August 19, 2012
Some of the biggest corporations are spending millions of dollars to defeat Proposition 37, a controversial initiative on the California November ballot calling for the labeling of food and beverages that contain GMOs or Genetically Modified Organisms.
For many, this battle is a little perplexing as they wonder what a GMO is, or why a genetically modified potato, for instance, is called an ‘organism’ and not a vegetable; if GMO is good or bad, why it should be labeled; and why the issue brings up so much passion on either side. Let’s break it down.
What is a GMO crop or plant?
There are several crops and vegetables that are genetically modified to have some specific characteristics. Some of the popular ones include corn, soy, beets, cotton, alfalfa and canola. Bovine growth hormone (given to cows to increase milk production) and aspartame (the sweetener in many diet drinks) are also derived from genetically modified bacteria and would fall under the big label of GMO.
These are called organisms because the U.S. patent law prohibits patenting “natural” things. So you cannot patent a tomato from your garden, or a rare frog you found while hiking. However, the U.S. Supreme Court ruled in 1980 in a 5-4 decision that things that are produced in a laboratory – and not found in nature – can be patented. So if you take a frog gene and put it inside the tomato, then that’s patentable, and yes it has been done!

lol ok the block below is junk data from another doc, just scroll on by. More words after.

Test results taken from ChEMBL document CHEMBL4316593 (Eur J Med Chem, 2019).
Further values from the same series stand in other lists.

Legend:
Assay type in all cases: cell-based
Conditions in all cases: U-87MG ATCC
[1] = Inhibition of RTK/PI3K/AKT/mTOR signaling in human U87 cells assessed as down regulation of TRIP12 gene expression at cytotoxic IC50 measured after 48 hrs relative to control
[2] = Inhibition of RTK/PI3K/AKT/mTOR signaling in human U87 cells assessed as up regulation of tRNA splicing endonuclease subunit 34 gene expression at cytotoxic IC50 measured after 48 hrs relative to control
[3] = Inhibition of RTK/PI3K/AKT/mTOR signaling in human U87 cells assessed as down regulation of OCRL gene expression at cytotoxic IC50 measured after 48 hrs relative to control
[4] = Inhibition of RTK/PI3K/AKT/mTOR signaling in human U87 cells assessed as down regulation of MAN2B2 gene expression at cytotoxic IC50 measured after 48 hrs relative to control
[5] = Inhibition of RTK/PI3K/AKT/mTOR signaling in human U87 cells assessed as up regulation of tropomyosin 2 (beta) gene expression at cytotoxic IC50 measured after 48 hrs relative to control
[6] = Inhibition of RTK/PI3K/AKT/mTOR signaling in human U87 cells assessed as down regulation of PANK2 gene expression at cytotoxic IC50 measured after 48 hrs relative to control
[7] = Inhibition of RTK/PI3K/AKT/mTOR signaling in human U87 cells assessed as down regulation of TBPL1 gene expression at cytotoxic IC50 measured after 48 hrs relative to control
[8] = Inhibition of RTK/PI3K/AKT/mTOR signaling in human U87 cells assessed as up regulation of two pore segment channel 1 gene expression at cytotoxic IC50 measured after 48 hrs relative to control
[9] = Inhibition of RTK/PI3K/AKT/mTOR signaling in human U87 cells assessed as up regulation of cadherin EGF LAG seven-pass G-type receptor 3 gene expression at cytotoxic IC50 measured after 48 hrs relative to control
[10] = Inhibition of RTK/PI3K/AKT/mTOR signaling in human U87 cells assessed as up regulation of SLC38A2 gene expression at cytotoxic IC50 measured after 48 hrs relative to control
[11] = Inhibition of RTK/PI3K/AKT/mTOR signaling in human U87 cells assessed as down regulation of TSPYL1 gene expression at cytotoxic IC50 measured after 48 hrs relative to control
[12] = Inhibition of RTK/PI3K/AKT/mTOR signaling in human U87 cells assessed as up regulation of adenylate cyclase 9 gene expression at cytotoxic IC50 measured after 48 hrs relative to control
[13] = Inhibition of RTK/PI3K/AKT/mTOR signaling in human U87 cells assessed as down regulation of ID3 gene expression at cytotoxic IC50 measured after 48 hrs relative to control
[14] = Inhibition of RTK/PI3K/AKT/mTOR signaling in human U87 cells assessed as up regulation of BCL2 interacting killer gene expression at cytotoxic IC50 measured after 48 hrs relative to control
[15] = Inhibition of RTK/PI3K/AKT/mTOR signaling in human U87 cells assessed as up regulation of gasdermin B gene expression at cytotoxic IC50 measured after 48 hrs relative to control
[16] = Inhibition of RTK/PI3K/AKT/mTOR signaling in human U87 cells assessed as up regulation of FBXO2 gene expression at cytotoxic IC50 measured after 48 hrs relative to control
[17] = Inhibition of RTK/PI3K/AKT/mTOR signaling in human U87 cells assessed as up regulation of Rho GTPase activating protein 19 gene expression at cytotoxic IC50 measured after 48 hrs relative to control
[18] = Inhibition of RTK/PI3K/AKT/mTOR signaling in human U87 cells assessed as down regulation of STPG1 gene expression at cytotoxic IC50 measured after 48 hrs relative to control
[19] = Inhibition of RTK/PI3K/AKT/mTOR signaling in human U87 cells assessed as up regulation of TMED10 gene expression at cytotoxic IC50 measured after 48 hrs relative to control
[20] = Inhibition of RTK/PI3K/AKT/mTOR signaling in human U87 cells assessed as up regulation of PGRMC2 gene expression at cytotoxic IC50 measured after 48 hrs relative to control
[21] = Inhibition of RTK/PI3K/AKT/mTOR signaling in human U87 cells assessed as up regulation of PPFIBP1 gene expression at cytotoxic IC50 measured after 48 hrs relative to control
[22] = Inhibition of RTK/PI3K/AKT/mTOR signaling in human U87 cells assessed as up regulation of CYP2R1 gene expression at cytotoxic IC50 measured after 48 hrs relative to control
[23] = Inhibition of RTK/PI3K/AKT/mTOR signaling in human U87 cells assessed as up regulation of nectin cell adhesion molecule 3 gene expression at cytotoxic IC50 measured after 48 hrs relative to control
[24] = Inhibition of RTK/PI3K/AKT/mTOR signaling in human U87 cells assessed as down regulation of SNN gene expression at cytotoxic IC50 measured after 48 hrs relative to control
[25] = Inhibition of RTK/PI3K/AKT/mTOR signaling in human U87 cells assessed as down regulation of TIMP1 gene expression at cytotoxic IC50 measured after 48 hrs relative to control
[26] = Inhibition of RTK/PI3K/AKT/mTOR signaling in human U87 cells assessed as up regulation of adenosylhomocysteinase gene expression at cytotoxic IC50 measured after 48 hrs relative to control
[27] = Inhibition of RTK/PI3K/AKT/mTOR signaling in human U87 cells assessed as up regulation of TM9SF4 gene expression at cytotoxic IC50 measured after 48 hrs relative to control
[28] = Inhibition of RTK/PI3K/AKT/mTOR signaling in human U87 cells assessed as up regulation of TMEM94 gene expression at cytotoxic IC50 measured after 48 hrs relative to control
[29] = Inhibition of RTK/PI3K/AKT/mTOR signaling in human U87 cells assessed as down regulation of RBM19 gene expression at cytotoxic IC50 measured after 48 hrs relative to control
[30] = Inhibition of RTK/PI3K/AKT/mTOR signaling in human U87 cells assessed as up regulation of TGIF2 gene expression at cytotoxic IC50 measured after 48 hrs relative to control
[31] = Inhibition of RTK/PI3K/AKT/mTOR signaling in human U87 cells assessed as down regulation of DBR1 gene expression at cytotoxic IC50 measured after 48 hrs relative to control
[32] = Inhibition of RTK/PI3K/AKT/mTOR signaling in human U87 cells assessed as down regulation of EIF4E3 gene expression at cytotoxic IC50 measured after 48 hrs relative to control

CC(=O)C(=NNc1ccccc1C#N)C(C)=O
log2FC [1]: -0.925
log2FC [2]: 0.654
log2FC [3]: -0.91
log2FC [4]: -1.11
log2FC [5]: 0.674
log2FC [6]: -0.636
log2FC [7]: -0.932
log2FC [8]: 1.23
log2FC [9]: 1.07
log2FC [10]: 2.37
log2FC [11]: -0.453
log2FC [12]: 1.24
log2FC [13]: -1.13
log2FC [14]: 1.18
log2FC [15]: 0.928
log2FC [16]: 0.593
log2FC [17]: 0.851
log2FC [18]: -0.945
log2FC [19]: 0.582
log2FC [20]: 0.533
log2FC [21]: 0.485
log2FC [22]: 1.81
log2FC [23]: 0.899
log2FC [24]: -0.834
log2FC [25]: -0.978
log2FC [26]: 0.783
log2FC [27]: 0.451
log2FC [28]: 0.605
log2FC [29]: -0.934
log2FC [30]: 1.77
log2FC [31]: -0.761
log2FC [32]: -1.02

In most of these crops, after the bacteria’s gene is inserted into the plant’s cell, the plant starts either producing pesticides on its own, or the plant becomes resistant to certain herbicides.
In the former case, every cell of the plant produces a toxin called “Bt toxin” which kills the insects that would otherwise have destroyed the farm. And the advantage is farmers have to spray less pesticide. The flip side is the bugs can become resistant to Bt toxin over time and this can lead to superbugs. Also, when you eat the plants, you are getting a dose of Bt toxin as well. And studies have shown that the genes from the GM food can get transferred to our blood through the bacteria in our intestines. Other studies have shown that Bt toxin can kill human cells, cause organ damages etc.
In the second popular kind of GMO plants, the genes of the bacteria inside the plant cell make the plant resistant to powerful herbicides like Roundup (made by Monsanto). The benefits to farmers are that they don’t need to employ a lot of people to remove the weeds manually and they can also plant the crops much more densely. So this increases the yield in a given amount of land. The disadvantages are that Roundup resistant superweeds are showing up everywhere and farmers are forced to spend more on toxic herbicides. Roundup by Monsanto has a toxicity of class 3, according to the EPA, meaning that 30 grams can kill an adult human being. Several studies have shown this chemical to cause birth defects in humans and also infertility and cancer in animals. The collapse of bee colonies have also been linked to herbicides and pesticides. Institute for Responsible Technology, founded by Jeffrey Smith, has documented many of the scientific studies in this area.
More extensive testing could and should be done, but there are several roadblocks to overcome. The FDA and other government agencies in charge of approving GMOs don’t do any testing on their own. They only look at the final test results and conclusions provided by the company and the companies don’t release raw data to the public. Furthermore, Monsanto and others test their products on one mammal (rats) for just 90 days. No long-term studies are done on animals, and no studies are done with human subjects. Pharmaceutical drugs, on the other hand, need to have human studies.